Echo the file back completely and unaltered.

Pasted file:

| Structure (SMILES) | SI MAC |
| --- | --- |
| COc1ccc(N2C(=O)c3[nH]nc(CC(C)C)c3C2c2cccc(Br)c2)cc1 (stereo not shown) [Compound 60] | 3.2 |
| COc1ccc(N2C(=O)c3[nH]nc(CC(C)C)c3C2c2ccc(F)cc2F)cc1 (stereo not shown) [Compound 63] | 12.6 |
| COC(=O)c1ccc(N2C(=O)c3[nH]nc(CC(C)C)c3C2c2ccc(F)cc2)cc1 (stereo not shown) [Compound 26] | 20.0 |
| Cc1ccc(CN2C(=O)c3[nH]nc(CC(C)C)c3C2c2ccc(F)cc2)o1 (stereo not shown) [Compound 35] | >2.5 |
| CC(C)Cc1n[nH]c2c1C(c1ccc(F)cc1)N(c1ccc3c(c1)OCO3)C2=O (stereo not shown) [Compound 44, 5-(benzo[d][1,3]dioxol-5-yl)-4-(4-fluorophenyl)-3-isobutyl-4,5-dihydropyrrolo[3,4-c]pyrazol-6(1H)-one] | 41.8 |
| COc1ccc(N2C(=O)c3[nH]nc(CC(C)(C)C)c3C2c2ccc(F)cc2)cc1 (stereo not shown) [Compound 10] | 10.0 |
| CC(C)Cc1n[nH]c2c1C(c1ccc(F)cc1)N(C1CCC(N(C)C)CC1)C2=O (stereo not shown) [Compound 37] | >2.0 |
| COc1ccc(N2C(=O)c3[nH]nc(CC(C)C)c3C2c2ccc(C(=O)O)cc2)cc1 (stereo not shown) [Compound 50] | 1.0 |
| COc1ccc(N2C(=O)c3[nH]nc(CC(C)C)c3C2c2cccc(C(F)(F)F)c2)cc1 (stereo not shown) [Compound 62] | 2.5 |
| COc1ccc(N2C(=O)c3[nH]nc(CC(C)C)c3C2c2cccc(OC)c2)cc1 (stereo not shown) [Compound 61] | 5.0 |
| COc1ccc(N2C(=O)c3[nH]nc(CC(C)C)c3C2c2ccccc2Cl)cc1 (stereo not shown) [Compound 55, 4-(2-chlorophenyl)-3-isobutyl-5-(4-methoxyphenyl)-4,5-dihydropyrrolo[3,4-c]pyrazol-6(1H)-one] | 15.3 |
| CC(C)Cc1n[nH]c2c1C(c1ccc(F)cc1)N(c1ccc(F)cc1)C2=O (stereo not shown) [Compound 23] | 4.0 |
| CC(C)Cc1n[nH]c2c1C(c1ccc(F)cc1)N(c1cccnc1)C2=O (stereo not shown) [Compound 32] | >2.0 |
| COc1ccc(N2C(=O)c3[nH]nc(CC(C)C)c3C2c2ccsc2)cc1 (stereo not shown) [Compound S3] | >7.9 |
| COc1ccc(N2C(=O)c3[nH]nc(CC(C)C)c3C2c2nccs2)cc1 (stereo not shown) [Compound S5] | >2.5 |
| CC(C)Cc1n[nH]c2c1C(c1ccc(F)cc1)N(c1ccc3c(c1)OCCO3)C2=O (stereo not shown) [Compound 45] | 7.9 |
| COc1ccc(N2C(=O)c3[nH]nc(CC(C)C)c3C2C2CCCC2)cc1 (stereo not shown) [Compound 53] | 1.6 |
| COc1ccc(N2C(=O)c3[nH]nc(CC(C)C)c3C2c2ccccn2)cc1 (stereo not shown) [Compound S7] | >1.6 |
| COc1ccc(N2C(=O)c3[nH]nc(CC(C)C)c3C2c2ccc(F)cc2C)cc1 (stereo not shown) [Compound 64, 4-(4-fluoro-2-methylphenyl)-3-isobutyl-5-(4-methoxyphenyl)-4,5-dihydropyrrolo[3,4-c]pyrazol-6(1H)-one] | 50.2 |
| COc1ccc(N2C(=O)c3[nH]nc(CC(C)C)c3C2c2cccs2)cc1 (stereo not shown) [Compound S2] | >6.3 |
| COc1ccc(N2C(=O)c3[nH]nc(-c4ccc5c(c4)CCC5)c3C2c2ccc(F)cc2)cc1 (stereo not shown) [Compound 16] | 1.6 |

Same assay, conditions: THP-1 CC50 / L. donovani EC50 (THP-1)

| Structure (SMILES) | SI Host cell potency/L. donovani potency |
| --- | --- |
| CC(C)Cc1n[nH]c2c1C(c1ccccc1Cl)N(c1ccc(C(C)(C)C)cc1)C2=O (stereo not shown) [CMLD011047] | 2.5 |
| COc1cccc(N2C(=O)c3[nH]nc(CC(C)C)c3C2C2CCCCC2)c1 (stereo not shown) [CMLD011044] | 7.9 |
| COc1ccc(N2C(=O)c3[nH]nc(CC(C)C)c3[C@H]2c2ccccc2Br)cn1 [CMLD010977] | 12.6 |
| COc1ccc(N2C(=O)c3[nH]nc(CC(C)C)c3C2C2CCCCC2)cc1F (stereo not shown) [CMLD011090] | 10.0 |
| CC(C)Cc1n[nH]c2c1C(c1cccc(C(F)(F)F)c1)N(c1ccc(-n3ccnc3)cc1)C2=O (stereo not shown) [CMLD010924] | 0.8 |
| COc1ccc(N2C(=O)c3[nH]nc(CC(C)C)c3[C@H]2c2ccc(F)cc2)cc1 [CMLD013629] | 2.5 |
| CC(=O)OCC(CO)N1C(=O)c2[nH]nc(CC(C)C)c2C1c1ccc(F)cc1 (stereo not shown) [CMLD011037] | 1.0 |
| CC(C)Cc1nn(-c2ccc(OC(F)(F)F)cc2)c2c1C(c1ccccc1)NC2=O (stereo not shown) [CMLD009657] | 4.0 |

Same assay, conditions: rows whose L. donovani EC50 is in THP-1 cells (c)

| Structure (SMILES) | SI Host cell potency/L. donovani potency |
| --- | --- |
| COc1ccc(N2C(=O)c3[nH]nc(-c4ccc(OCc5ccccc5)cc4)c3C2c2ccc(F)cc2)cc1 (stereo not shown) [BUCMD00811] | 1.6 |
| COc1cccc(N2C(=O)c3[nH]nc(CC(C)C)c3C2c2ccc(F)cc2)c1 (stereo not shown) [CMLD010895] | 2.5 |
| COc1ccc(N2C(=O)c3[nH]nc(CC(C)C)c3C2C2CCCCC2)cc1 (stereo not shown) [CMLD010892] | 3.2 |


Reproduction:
| Structure (SMILES) | SI MAC |
| --- | --- |
| COc1ccc(N2C(=O)c3[nH]nc(CC(C)C)c3C2c2cccc(Br)c2)cc1 (stereo not shown) [Compound 60] | 3.2 |
| COc1ccc(N2C(=O)c3[nH]nc(CC(C)C)c3C2c2ccc(F)cc2F)cc1 (stereo not shown) [Compound 63] | 12.6 |
| COC(=O)c1ccc(N2C(=O)c3[nH]nc(CC(C)C)c3C2c2ccc(F)cc2)cc1 (stereo not shown) [Compound 26] | 20.0 |
| Cc1ccc(CN2C(=O)c3[nH]nc(CC(C)C)c3C2c2ccc(F)cc2)o1 (stereo not shown) [Compound 35] | >2.5 |
| CC(C)Cc1n[nH]c2c1C(c1ccc(F)cc1)N(c1ccc3c(c1)OCO3)C2=O (stereo not shown) [Compound 44, 5-(benzo[d][1,3]dioxol-5-yl)-4-(4-fluorophenyl)-3-isobutyl-4,5-dihydropyrrolo[3,4-c]pyrazol-6(1H)-one] | 41.8 |
| COc1ccc(N2C(=O)c3[nH]nc(CC(C)(C)C)c3C2c2ccc(F)cc2)cc1 (stereo not shown) [Compound 10] | 10.0 |
| CC(C)Cc1n[nH]c2c1C(c1ccc(F)cc1)N(C1CCC(N(C)C)CC1)C2=O (stereo not shown) [Compound 37] | >2.0 |
| COc1ccc(N2C(=O)c3[nH]nc(CC(C)C)c3C2c2ccc(C(=O)O)cc2)cc1 (stereo not shown) [Compound 50] | 1.0 |
| COc1ccc(N2C(=O)c3[nH]nc(CC(C)C)c3C2c2cccc(C(F)(F)F)c2)cc1 (stereo not shown) [Compound 62] | 2.5 |
| COc1ccc(N2C(=O)c3[nH]nc(CC(C)C)c3C2c2cccc(OC)c2)cc1 (stereo not shown) [Compound 61] | 5.0 |
| COc1ccc(N2C(=O)c3[nH]nc(CC(C)C)c3C2c2ccccc2Cl)cc1 (stereo not shown) [Compound 55, 4-(2-chlorophenyl)-3-isobutyl-5-(4-methoxyphenyl)-4,5-dihydropyrrolo[3,4-c]pyrazol-6(1H)-one] | 15.3 |
| CC(C)Cc1n[nH]c2c1C(c1ccc(F)cc1)N(c1ccc(F)cc1)C2=O (stereo not shown) [Compound 23] | 4.0 |
| CC(C)Cc1n[nH]c2c1C(c1ccc(F)cc1)N(c1cccnc1)C2=O (stereo not shown) [Compound 32] | >2.0 |
| COc1ccc(N2C(=O)c3[nH]nc(CC(C)C)c3C2c2ccsc2)cc1 (stereo not shown) [Compound S3] | >7.9 |
| COc1ccc(N2C(=O)c3[nH]nc(CC(C)C)c3C2c2nccs2)cc1 (stereo not shown) [Compound S5] | >2.5 |
| CC(C)Cc1n[nH]c2c1C(c1ccc(F)cc1)N(c1ccc3c(c1)OCCO3)C2=O (stereo not shown) [Compound 45] | 7.9 |
| COc1ccc(N2C(=O)c3[nH]nc(CC(C)C)c3C2C2CCCC2)cc1 (stereo not shown) [Compound 53] | 1.6 |
| COc1ccc(N2C(=O)c3[nH]nc(CC(C)C)c3C2c2ccccn2)cc1 (stereo not shown) [Compound S7] | >1.6 |
| COc1ccc(N2C(=O)c3[nH]nc(CC(C)C)c3C2c2ccc(F)cc2C)cc1 (stereo not shown) [Compound 64, 4-(4-fluoro-2-methylphenyl)-3-isobutyl-5-(4-methoxyphenyl)-4,5-dihydropyrrolo[3,4-c]pyrazol-6(1H)-one] | 50.2 |
| COc1ccc(N2C(=O)c3[nH]nc(CC(C)C)c3C2c2cccs2)cc1 (stereo not shown) [Compound S2] | >6.3 |
| COc1ccc(N2C(=O)c3[nH]nc(-c4ccc5c(c4)CCC5)c3C2c2ccc(F)cc2)cc1 (stereo not shown) [Compound 16] | 1.6 |

Same assay, conditions: THP-1 CC50 / L. donovani EC50 (THP-1)

| Structure (SMILES) | SI Host cell potency/L. donovani potency |
| --- | --- |
| CC(C)Cc1n[nH]c2c1C(c1ccccc1Cl)N(c1ccc(C(C)(C)C)cc1)C2=O (stereo not shown) [CMLD011047] | 2.5 |
| COc1cccc(N2C(=O)c3[nH]nc(CC(C)C)c3C2C2CCCCC2)c1 (stereo not shown) [CMLD011044] | 7.9 |
| COc1ccc(N2C(=O)c3[nH]nc(CC(C)C)c3[C@H]2c2ccccc2Br)cn1 [CMLD010977] | 12.6 |
| COc1ccc(N2C(=O)c3[nH]nc(CC(C)C)c3C2C2CCCCC2)cc1F (stereo not shown) [CMLD011090] | 10.0 |
| CC(C)Cc1n[nH]c2c1C(c1cccc(C(F)(F)F)c1)N(c1ccc(-n3ccnc3)cc1)C2=O (stereo not shown) [CMLD010924] | 0.8 |
| COc1ccc(N2C(=O)c3[nH]nc(CC(C)C)c3[C@H]2c2ccc(F)cc2)cc1 [CMLD013629] | 2.5 |
| CC(=O)OCC(CO)N1C(=O)c2[nH]nc(CC(C)C)c2C1c1ccc(F)cc1 (stereo not shown) [CMLD011037] | 1.0 |
| CC(C)Cc1nn(-c2ccc(OC(F)(F)F)cc2)c2c1C(c1ccccc1)NC2=O (stereo not shown) [CMLD009657] | 4.0 |

Same assay, conditions: rows whose L. donovani EC50 is in THP-1 cells (c)

| Structure (SMILES) | SI Host cell potency/L. donovani potency |
| --- | --- |
| COc1ccc(N2C(=O)c3[nH]nc(-c4ccc(OCc5ccccc5)cc4)c3C2c2ccc(F)cc2)cc1 (stereo not shown) [BUCMD00811] | 1.6 |
| COc1cccc(N2C(=O)c3[nH]nc(CC(C)C)c3C2c2ccc(F)cc2)c1 (stereo not shown) [CMLD010895] | 2.5 |
| COc1ccc(N2C(=O)c3[nH]nc(CC(C)C)c3C2C2CCCCC2)cc1 (stereo not shown) [CMLD010892] | 3.2 |